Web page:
Size is an important thing to consider when choosing a location. Will the space be able to accommodate your vision for your coffee shop? If you want to offer food and a place to relax, you'll need to make sure that the shop is large enough to accommodate tables and a kitchen.

On the other hand, if you want to open a smaller shop that only serves coffee drinks, then you'll want to choose a smaller space – one that allows people to get in and out easily.

Rent Cost

You found the perfect location – congratulations. But can you afford it? In some cases, higher rent costs can be justified. A prime location would likely increase your sales, which would offset the higher rent costs.

The cost of the rent can only be justified if your projected sales will more than cover the cost of rent.

Analyze the Competition

Let's say you have a few locations in mind. Who will your competitors be? Keep in mind that your competitors may not necessarily be obvious.

For example, you're considering a location near a grocery store. The store gets a lot of foot and vehicle traffic. For all intents and purposes, it's a great location. But here's the thing: there's a Starbucks inside of the grocery store.

This may not be a big deal if you're planning to open a drive-thru stand or the location is along a busy route to where most people work. Otherwise, you may have a hard time getting people to choose your shop over the well-established coffee chain that's already inside of the store.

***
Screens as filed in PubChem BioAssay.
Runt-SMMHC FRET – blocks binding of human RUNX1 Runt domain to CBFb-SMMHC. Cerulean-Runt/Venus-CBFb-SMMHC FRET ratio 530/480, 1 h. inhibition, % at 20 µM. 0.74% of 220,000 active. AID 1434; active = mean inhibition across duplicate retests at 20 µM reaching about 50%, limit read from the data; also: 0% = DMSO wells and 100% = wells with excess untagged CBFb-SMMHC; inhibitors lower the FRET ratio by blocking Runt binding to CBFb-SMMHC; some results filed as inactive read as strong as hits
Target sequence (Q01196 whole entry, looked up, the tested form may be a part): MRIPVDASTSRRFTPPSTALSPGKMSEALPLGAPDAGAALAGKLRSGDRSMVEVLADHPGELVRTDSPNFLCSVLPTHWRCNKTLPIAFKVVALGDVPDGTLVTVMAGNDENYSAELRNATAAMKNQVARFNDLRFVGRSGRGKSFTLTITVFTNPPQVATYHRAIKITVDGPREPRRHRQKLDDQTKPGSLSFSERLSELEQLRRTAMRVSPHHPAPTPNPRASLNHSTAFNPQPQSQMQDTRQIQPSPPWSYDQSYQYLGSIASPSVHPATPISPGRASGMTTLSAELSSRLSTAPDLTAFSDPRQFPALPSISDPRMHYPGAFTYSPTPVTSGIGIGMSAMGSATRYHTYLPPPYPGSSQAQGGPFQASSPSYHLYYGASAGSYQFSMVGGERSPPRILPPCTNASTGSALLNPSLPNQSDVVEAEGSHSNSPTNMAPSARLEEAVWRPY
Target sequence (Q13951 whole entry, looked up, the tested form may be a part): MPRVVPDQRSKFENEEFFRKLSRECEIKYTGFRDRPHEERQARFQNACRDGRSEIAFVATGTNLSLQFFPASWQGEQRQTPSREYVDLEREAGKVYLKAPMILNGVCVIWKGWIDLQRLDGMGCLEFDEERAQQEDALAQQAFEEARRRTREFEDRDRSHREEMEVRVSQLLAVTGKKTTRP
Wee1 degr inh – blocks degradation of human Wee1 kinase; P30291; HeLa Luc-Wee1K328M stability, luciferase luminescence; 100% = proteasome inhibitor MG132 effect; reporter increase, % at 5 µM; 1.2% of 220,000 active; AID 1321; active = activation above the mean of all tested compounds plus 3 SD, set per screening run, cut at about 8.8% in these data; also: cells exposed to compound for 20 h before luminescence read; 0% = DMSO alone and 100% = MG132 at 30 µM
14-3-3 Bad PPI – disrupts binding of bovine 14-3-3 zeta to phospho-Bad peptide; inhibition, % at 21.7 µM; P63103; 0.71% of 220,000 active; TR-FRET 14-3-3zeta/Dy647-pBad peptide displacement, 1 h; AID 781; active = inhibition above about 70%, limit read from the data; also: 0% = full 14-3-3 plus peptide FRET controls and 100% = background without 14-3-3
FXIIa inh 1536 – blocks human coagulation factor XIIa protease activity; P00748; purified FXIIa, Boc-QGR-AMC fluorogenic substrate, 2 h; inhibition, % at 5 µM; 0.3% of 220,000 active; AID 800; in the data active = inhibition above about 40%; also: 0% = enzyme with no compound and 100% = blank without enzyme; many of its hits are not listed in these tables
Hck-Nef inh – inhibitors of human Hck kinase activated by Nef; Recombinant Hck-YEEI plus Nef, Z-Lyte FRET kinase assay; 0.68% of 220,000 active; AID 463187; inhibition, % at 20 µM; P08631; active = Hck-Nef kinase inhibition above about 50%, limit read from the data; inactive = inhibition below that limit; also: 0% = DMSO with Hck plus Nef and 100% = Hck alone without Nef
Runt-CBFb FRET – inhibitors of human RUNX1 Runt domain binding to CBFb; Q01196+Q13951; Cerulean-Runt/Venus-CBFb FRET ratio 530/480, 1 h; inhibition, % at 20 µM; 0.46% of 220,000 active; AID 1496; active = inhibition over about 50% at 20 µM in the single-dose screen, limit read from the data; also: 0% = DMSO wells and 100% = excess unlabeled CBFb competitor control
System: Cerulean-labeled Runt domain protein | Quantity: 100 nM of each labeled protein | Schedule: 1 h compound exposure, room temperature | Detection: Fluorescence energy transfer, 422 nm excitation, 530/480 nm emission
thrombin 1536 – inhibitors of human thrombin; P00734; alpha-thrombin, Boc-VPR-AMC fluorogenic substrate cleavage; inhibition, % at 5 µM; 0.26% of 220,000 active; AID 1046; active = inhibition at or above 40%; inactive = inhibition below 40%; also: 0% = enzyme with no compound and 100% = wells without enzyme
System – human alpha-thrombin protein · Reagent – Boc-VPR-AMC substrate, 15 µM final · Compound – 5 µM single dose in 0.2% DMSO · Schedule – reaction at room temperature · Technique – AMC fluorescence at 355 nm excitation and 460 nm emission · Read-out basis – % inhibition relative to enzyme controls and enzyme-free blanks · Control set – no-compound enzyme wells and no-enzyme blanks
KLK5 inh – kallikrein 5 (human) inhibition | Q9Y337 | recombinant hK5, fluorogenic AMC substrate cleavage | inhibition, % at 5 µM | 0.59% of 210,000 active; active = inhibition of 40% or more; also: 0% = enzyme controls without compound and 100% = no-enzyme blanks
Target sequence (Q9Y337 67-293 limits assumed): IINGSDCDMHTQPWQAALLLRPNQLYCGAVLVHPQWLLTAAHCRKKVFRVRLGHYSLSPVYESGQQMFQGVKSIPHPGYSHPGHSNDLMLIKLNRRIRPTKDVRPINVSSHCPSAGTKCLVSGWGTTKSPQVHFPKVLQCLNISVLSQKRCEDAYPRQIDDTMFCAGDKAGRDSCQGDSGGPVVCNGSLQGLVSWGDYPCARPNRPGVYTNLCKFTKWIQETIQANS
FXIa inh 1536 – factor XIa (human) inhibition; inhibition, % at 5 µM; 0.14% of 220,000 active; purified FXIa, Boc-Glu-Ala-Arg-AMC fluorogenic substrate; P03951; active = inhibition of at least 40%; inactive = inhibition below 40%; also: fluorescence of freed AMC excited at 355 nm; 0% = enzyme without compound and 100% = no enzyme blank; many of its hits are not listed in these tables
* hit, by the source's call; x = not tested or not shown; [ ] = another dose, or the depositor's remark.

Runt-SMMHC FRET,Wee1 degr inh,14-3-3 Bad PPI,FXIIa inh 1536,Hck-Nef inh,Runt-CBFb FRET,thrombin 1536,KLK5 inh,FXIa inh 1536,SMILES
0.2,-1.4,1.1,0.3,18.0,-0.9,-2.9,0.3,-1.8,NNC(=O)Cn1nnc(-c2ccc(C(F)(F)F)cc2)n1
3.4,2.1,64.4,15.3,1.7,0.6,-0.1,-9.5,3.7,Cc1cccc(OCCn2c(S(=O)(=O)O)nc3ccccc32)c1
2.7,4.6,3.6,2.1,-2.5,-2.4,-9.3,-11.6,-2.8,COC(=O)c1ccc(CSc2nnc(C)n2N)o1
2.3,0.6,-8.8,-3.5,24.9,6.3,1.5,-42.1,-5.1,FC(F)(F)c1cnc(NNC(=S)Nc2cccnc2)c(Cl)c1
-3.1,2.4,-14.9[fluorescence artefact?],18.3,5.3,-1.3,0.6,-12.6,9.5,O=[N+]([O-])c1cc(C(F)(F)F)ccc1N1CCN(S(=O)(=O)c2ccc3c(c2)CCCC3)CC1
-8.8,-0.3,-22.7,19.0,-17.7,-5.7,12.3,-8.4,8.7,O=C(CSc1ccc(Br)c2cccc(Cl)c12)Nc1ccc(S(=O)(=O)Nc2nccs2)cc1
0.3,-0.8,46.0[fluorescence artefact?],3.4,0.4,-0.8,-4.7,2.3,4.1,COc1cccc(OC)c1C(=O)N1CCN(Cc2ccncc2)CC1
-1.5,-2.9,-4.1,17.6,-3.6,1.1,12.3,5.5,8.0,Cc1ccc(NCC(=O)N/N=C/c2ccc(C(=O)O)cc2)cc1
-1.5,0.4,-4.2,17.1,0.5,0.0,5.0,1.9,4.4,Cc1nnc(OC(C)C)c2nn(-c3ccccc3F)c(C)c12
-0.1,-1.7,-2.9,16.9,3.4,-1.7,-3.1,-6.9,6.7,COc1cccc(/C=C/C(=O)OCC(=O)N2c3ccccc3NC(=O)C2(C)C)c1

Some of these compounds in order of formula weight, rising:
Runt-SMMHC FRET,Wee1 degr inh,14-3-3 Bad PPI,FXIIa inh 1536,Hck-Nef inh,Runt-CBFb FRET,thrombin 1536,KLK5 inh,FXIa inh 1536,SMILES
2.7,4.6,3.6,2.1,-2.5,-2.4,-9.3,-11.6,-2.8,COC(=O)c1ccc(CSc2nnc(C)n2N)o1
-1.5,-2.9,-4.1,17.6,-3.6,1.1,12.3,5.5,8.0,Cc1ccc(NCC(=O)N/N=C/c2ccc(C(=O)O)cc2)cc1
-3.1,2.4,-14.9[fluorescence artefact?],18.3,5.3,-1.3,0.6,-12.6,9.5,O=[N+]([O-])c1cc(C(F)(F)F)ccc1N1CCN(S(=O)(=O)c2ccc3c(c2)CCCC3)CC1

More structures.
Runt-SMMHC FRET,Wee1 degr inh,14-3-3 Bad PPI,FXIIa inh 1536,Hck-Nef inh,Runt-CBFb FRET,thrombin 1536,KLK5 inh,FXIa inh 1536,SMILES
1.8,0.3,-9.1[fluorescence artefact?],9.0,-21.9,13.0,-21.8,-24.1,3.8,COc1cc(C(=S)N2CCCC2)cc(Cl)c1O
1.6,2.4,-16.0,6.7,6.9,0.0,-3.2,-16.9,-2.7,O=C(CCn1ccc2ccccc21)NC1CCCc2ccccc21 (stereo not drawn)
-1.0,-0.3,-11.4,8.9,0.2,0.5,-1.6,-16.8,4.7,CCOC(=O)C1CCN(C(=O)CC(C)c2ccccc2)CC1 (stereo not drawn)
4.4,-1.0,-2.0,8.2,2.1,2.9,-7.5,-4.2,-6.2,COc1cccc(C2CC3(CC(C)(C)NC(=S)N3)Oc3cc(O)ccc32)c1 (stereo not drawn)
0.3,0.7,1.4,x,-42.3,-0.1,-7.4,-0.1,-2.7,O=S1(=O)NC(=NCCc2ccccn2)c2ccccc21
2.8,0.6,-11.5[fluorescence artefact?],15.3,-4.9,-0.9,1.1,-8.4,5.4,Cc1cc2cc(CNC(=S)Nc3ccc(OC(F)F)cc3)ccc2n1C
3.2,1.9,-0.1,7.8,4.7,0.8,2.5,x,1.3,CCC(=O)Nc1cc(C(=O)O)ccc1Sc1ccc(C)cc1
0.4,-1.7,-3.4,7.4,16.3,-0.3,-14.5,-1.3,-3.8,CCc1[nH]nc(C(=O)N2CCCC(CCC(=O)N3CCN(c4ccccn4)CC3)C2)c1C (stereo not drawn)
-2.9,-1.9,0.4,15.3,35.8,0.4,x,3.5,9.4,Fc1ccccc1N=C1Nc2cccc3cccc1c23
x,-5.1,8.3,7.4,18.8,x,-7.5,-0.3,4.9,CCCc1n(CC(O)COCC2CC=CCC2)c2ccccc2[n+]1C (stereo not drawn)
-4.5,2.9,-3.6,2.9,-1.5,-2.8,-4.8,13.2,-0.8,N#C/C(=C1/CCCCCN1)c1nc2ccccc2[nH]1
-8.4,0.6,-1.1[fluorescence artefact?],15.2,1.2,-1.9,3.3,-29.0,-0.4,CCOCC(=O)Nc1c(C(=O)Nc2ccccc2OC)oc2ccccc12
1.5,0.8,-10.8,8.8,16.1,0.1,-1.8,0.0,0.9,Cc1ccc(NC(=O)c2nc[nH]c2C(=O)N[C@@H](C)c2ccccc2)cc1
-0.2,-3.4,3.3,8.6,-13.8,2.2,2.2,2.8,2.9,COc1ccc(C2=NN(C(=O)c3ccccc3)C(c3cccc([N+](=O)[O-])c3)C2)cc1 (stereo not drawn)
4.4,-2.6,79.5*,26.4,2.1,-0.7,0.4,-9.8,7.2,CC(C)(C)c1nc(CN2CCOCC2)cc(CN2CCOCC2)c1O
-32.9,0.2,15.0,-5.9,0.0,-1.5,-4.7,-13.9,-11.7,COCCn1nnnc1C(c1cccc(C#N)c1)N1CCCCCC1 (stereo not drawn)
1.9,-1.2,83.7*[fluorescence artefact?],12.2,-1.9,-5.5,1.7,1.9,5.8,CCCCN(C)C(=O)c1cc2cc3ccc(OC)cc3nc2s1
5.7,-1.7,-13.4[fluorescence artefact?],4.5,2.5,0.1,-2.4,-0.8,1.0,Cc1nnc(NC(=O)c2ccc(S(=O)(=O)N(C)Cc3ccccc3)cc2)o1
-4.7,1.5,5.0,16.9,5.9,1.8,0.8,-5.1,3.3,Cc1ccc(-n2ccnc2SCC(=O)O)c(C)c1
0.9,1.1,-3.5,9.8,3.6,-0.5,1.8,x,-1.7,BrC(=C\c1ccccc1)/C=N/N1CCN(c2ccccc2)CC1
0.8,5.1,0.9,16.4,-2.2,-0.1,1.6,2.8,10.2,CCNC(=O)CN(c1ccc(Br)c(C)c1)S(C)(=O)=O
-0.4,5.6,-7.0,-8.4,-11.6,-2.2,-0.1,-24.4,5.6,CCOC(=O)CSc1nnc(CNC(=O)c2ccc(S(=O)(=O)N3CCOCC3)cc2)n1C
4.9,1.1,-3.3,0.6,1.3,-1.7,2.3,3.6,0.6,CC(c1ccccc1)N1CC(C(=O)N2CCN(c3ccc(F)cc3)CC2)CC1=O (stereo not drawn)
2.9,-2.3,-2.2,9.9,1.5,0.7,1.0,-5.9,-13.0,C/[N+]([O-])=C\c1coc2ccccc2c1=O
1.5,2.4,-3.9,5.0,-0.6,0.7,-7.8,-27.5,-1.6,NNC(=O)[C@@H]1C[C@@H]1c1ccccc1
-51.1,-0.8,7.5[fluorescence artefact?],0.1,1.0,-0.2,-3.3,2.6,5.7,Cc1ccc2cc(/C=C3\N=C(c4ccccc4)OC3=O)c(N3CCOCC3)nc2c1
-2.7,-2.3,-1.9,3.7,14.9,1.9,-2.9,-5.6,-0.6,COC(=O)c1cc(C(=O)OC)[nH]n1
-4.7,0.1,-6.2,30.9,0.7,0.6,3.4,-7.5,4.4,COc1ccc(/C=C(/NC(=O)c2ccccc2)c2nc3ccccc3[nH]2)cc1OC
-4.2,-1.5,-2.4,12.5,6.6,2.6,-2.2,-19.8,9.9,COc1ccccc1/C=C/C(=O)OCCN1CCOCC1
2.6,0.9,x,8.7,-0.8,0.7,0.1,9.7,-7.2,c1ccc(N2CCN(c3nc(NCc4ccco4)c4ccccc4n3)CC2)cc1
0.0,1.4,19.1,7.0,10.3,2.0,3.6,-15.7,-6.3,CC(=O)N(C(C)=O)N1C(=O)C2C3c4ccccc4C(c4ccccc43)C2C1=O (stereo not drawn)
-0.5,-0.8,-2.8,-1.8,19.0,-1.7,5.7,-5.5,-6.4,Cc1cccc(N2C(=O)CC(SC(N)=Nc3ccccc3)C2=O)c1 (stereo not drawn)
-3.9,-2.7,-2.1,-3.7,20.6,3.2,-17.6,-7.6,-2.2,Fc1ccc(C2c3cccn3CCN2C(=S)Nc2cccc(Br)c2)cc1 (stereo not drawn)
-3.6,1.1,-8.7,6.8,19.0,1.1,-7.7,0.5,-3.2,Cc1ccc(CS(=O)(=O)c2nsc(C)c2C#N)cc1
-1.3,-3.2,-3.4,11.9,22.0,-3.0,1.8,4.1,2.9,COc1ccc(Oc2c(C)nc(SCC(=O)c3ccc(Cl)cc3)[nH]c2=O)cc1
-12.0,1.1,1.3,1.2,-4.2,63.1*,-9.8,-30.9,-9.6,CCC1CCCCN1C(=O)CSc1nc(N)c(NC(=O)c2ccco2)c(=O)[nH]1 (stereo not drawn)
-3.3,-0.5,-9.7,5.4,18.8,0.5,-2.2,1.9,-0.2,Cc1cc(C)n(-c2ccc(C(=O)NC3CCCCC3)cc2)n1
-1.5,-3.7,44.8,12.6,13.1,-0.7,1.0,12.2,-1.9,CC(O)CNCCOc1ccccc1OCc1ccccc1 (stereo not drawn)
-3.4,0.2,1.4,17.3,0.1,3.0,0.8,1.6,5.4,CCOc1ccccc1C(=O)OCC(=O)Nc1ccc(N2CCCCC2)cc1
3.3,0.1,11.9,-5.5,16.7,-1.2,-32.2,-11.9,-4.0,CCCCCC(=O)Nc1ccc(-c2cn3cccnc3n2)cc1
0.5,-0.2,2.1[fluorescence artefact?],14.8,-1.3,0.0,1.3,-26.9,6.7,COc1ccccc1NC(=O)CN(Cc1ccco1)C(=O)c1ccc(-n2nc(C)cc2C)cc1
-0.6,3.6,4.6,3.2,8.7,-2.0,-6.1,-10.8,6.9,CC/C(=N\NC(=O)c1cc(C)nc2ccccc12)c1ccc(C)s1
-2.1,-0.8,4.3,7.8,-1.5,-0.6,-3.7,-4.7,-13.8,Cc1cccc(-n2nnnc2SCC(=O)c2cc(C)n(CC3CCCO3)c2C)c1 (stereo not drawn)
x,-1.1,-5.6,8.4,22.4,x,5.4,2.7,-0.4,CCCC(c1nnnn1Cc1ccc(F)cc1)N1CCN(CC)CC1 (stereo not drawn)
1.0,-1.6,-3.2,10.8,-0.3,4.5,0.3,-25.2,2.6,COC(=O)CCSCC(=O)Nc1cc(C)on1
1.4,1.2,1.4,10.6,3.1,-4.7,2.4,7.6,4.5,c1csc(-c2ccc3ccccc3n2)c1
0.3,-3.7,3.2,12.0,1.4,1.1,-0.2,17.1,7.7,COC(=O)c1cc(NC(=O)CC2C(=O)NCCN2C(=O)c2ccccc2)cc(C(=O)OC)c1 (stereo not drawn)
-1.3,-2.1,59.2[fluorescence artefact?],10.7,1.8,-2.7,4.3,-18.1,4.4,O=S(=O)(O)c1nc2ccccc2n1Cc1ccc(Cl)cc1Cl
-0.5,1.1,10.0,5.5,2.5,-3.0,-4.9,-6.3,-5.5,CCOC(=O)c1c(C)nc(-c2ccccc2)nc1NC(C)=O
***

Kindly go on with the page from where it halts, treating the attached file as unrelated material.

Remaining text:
One last thing: don't rush this process. Many owners of successful coffee shops say it took them at least a year to find the right location. Also, consider the design of the shop. If you're going for an industrial look, you'll need to focus on locations that can help you achieve that look (e.g. old warehouses).

How to Make a Coffee Shop Floor Plan

Once you've found your location, it's time to come up with a floor plan. This is the fun part because you can tap into your creative side.

There's a good chance that you have some idea in mind for your coffee shop floor plan. Maybe you envision a seating area in the back and a welcoming coffee bar that greets visitors as they walk through the door.